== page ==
The Golden Birmingham Screwdriver

I’ve been thinking about where to go next, I think that exploring Boundedness is critical before I can procede to some of the other topics on my list.

Originally I set out to understand the origin of David Snowden’s term “Bounded Applicabability.” I can’t say that I have found the origin of the concept (David could probably fill that part in best), but I thought it maybe interesting to write about what I found while looking. Having now spent some time thinking reading and writing about it, I realize that the topic of Boundedness is rather large and I can’t hope to capture it completely in a post.

So… In this post I am going to try to create some links between ideas, instead of attempting to encompass the subject. My hope is to create some entry ways into the concept that will encourage you to explore it more deeply. Creating a web of ideas is useful for catching people. I don’t wish to dilute the concepts themselves, only to make them more approachable.
It is important that we learn to cross boundaries, but vitally important that we do not place ourselves in boxes.


Bounded Perception


The bounding of our perception is, upon brief reflection, obvious. For instance we are limited to “seeing” what is in the visible spectrum. Humans have a limited audible range of frequencies. Both which point towards a limitation of our ability to perceive reality fully. It is worth pointing out, and I will return to at some point, the idea that we can (and have) developed the capability to see beyond the visible spectrum.

There are other ways in which our perception is limited, we may only have a limited time to observe, we may only have a limited ability to understand the information we perceive (the Unmodelled Area).

Homo Economicus

Homo economicus, the self-interested agent, is imagined by economist, to have hyper-rationality, be driven to gain wealth by narrow self-interest and have instant universal free access to nearly perfect knowledge.
Homo Economicus… “can think like Albert Einstein, store as much memory as IBM’s Big Blue, and exercise the willpower of Mahatma Gandhi”
-Thaler and Sunstein 

Rationality is not moral here, it is narrowly limited to the idea that you can make useful predictions about the results of actions in your environment to your own benefit, otherwise known as rational egoism.

Utility is taken to be correlative to Desire or Want. It has been already argued that desires cannot be measured directly, but only indirectly, by the outward phenomena to which they give rise: and that in those cases with which economics is chiefly concerned the measure is found in the price which a person is willing to pay for the fulfilment or satisfaction of his desire.
-Marshall 

Rational Choice theory examines the concept of Homo Economicus. Interestingly like a form of a Turing Test, rational choice theory only focuses on the effects of external stimuli, ignoring the concept of internal motivation all together. The extrinsic vs intrinsic motivations Agile and Lean practitioners 

may are concern with is potentially interesting to explore.
As a model I imagine the Homo Economicus to be a “universal” model, one that is intended to be applied without regard to the environment or individual.

Bounded Rationality
Boundedly rational agents experience limits in formulating and solving complex problems and in processing (receiving, storing, retrieving, transmitting) information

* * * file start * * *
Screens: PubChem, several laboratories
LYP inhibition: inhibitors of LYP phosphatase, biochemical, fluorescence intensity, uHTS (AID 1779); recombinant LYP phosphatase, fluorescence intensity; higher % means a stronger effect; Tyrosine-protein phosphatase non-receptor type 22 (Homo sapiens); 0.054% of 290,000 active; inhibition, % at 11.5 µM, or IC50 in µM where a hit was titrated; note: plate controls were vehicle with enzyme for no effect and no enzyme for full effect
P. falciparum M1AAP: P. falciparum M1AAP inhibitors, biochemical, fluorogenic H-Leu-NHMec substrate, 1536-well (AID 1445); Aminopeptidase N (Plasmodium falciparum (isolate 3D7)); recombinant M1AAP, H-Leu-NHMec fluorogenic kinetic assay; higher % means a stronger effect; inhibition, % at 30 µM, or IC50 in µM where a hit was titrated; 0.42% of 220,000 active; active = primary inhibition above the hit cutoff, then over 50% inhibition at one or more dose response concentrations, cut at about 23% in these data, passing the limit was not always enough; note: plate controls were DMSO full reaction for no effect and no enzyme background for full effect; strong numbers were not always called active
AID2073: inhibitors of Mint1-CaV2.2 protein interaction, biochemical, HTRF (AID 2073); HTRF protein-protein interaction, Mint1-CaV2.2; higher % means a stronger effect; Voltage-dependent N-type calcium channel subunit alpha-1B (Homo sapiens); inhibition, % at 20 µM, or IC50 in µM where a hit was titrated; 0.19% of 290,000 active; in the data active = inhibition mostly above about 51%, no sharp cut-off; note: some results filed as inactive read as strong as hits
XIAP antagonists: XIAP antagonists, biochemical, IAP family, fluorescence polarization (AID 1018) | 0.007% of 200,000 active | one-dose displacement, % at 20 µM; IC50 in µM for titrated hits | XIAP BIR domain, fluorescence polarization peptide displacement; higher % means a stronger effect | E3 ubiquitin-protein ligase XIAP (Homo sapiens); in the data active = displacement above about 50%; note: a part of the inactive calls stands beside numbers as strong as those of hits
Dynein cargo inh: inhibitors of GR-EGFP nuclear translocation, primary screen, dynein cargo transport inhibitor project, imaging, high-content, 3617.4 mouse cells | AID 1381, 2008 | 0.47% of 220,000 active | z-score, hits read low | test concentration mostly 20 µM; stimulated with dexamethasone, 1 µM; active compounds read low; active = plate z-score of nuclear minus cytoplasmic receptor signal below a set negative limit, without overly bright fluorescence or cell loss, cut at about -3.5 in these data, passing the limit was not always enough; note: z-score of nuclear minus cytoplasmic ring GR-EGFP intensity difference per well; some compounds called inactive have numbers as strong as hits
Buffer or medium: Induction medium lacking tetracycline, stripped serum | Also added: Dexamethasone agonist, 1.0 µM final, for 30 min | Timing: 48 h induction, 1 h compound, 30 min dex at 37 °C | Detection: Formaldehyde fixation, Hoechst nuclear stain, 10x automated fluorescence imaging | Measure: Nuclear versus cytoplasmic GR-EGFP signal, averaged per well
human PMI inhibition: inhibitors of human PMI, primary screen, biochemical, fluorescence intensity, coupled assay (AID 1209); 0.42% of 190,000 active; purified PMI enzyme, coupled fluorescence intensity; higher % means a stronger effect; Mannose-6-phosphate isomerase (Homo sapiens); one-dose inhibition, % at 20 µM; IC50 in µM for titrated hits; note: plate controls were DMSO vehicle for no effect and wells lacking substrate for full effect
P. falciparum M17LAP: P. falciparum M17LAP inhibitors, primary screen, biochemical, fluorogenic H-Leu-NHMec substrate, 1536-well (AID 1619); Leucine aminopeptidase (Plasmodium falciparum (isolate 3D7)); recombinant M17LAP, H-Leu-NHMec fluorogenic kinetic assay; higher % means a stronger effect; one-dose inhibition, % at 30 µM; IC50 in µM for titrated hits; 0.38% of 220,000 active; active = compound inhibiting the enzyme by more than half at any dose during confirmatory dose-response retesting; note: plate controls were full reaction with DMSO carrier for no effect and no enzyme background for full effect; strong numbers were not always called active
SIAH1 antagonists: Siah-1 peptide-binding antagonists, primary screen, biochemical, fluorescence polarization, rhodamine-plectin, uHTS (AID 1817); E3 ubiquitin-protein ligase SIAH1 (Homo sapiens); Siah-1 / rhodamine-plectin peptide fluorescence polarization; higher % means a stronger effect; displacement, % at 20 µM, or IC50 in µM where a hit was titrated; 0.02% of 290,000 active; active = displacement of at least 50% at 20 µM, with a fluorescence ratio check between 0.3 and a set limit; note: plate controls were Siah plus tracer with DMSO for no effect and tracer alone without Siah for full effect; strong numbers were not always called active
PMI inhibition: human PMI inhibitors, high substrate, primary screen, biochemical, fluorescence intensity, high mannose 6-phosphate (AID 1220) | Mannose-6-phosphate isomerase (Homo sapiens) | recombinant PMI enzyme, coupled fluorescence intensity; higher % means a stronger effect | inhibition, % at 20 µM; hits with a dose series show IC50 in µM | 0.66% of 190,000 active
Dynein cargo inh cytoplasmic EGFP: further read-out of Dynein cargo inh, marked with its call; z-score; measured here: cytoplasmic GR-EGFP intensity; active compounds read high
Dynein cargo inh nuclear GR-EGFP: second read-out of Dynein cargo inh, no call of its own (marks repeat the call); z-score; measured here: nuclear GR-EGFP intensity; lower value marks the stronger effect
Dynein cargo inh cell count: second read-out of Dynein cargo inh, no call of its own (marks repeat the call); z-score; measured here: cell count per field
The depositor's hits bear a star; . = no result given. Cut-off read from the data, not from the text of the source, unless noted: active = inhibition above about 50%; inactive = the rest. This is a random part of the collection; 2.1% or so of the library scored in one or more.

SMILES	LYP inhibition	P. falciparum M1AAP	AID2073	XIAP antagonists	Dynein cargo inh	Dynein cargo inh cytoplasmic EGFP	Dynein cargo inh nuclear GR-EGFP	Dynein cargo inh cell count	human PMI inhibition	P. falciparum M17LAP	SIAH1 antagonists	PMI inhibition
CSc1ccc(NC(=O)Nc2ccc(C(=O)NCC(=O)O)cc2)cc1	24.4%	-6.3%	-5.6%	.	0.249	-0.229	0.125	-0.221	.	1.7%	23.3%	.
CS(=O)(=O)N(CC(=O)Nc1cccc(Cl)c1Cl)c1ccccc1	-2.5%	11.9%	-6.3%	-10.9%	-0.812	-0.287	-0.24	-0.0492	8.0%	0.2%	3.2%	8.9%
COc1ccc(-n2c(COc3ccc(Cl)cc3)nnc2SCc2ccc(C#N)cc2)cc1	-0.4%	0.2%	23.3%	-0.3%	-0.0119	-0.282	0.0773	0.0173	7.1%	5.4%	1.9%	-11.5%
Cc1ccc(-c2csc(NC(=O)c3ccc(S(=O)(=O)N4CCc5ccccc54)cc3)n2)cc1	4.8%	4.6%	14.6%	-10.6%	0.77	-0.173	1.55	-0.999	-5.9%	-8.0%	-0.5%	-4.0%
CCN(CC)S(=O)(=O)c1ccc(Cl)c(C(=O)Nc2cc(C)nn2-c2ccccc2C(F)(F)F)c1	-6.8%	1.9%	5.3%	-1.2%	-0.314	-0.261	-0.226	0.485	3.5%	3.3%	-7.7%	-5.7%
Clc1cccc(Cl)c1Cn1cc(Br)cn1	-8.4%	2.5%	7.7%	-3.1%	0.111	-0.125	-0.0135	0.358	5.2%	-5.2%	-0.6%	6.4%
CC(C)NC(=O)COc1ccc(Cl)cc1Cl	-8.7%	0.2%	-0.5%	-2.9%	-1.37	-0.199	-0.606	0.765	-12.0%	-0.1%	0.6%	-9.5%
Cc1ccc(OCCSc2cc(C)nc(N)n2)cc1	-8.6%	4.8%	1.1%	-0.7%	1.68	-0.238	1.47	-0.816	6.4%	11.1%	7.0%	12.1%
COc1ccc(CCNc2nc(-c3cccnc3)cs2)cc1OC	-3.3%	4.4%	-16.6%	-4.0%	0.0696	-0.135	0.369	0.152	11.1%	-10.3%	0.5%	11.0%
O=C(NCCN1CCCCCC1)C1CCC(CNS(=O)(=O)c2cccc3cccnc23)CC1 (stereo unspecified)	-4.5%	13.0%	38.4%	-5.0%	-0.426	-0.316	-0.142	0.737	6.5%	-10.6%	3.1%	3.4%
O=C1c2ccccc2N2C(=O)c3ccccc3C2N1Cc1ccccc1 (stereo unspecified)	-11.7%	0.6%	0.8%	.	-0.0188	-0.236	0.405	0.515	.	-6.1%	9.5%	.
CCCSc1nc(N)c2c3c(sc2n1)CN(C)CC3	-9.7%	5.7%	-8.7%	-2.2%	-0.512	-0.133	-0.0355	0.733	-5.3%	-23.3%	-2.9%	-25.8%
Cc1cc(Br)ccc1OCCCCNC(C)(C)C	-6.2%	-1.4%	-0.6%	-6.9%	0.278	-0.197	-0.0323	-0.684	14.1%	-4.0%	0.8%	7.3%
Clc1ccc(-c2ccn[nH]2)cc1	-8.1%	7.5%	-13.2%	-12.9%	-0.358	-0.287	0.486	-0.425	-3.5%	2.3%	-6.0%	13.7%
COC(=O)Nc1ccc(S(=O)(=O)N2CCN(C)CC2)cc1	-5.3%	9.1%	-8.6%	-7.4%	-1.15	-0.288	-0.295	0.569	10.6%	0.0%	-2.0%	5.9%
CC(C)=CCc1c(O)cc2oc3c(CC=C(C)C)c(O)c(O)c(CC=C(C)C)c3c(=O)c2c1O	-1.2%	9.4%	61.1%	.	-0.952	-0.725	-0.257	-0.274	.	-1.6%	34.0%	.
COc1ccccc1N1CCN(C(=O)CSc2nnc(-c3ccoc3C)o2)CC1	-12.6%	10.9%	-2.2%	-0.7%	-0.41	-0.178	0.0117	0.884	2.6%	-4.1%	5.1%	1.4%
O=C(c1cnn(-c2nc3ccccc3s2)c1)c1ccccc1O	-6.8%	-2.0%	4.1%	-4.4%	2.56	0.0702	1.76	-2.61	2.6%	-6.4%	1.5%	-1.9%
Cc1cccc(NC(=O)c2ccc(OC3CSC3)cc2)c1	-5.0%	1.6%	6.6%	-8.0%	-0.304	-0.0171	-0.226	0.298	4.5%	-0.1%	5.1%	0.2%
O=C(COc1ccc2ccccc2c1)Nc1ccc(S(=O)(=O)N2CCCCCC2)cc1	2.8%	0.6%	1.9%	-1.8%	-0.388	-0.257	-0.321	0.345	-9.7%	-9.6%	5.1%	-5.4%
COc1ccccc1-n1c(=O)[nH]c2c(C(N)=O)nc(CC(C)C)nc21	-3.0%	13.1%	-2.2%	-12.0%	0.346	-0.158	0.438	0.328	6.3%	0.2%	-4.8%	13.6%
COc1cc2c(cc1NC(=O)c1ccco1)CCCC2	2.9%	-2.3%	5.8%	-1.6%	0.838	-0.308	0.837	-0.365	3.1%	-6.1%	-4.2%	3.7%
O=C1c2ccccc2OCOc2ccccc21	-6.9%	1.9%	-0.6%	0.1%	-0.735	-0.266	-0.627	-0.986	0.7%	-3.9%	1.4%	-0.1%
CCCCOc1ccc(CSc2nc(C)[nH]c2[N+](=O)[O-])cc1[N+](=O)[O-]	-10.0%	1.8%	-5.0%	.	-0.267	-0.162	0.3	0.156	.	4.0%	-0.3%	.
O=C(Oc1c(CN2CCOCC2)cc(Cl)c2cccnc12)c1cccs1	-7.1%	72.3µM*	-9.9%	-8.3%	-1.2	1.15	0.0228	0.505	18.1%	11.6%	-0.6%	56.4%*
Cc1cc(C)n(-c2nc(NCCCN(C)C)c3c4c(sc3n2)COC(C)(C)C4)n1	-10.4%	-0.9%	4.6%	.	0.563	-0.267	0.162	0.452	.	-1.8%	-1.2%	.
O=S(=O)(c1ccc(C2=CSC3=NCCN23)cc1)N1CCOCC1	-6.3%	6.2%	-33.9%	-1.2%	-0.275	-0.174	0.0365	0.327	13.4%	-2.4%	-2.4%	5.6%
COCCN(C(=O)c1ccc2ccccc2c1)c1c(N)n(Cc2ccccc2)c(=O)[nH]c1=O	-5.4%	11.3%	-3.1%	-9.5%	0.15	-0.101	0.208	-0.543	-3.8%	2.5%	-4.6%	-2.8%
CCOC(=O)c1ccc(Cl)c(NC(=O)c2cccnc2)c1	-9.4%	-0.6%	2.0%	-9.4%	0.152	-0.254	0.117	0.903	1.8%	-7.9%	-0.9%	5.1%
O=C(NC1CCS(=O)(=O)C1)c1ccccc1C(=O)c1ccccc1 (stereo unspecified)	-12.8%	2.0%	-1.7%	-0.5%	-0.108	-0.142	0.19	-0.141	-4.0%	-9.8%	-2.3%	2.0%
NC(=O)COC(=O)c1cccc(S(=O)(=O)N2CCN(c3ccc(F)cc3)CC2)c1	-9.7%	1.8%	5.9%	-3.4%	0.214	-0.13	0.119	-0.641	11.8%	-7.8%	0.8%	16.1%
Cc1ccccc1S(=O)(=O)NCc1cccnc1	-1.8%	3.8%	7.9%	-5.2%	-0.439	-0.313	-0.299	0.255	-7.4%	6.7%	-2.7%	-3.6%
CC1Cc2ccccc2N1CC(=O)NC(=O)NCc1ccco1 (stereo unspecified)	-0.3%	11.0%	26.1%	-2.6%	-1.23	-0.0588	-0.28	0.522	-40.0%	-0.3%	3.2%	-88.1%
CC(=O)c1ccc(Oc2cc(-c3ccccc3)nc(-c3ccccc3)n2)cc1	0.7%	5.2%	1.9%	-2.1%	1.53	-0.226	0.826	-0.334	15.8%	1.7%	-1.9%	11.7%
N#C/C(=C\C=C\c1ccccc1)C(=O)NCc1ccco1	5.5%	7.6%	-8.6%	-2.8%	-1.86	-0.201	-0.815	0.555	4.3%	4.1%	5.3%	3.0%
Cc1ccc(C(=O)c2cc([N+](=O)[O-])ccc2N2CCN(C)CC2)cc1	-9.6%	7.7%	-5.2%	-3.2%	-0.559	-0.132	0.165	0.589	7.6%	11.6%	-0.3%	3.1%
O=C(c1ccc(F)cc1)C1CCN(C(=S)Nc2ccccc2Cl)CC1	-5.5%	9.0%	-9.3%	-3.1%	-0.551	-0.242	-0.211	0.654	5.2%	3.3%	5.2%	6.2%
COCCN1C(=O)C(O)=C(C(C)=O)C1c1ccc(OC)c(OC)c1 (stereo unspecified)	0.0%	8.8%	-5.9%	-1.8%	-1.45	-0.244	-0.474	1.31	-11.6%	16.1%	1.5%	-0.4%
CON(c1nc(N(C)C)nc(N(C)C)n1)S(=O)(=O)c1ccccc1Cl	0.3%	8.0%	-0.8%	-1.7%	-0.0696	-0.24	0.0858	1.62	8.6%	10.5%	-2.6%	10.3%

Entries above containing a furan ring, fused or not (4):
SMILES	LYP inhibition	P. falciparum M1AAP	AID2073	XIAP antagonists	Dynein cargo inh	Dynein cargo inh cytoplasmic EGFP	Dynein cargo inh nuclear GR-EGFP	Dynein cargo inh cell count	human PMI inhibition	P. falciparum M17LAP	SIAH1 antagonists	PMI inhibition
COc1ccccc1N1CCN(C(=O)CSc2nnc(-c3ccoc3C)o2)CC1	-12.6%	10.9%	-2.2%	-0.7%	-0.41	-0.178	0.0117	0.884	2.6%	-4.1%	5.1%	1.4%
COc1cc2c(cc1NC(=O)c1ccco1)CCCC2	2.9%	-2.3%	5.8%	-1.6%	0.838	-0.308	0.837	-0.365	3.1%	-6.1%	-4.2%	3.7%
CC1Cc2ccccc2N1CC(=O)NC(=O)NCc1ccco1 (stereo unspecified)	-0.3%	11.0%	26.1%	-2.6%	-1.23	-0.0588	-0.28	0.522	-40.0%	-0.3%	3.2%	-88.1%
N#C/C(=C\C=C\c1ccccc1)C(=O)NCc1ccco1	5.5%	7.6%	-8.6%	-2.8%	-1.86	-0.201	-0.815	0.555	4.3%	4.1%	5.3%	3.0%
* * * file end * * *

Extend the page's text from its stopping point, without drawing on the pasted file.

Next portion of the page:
-Herbert Simon 

As a reaction to the idealistic Homo Economicus we get Bounded Rationality. Here agents are seen to have limited or costly access to information, cognitive limitations and limited resources or time available to make decisions. Herbert Simon develops this idea into a concept of satisficing, where agents, unable to fully perceive their environment and make perfectly rational predictions about the performance of actions in that environment, attempt to simplify the decisions to understandable “proxies” for the environment, then make a decision from these simplifications. This results in satisfactory as opposed to optimal decision.

Daniel Kahneman’s work explores the implications of bounded rationality, including extensive examples of bias that limit our cognitive abilities to make rational decisions.

Bounded Applicability

Bounded Rationality mediates our decisions, limited by our resources, time and perceptions, to reality. Bounded Applicability mediates our decisions about which TOOLS to use in relation to the environment we find ourselves in. Different tools (and our capabilities with those tools) are more economically viable for solving problems based on the resources, time and perceptions we have available to us.

The Golden Birmingham Screwdriver

I call it the law of the instrument, and it may be formulated as follows: Give a small boy a hammer, and he will find that everything he encounters needs pounding.
-Abraham Kaplan


Failure to recognize the Bounded Applicability of our tools results in less effective utilization of those tools. Teams using the wrong process for the wrong problem may lose confidence in the tool, a tool that is very useful in other domains, but which they will now avoid.


Things to Consider

Just as no one has unbounded access to information, no tool, process, practice or method is universally applicable.

Develop not only the CAPABILITY for teams to sense which domains their work falls in, but also the CAPABILITY to operate in, and an understanding of which practices and guiding principles work in, that domain.

btw… there are of course also 50 ways to leave your lover… I might suggest however that if you make a new plan, Stan you approach it as a guide not a fixed decision.
We can now start thinking about boundaries themselves, gradients and edges… in another post.